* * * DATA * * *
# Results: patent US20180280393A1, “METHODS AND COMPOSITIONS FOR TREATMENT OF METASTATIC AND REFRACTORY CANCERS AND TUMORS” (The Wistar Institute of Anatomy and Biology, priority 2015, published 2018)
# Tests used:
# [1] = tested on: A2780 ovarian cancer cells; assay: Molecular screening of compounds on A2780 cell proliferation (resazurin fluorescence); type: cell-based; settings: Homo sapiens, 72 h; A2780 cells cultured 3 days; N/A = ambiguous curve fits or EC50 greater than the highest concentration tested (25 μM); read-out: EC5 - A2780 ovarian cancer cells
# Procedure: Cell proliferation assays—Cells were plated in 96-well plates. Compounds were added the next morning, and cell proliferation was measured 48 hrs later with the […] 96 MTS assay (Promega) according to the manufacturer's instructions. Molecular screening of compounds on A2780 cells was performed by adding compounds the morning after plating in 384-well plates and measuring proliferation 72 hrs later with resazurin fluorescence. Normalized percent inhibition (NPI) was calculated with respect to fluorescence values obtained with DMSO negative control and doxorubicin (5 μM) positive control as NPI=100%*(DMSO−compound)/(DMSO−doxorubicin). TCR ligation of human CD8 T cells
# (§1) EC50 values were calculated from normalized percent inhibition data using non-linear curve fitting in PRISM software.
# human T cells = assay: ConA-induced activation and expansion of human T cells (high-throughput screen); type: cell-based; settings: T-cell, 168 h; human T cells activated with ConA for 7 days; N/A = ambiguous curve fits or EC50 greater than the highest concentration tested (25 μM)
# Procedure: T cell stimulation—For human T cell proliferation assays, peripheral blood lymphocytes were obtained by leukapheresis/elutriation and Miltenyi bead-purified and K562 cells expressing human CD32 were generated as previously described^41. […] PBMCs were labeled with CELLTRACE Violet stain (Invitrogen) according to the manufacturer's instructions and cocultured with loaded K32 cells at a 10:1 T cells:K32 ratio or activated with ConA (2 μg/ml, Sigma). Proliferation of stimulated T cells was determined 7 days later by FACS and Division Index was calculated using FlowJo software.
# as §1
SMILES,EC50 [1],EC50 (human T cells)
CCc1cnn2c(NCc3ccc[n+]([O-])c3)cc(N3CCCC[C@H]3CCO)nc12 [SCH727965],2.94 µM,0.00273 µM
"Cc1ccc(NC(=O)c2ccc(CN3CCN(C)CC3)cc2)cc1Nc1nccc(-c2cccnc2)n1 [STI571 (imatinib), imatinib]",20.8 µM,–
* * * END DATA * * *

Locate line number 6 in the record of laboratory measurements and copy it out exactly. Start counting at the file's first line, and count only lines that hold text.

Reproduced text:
# human T cells = assay: ConA-induced activation and expansion of human T cells (high-throughput screen); type: cell-based; settings: T-cell, 168 h; human T cells activated with ConA for 7 days; N/A = ambiguous curve fits or EC50 greater than the highest concentration tested (25 μM)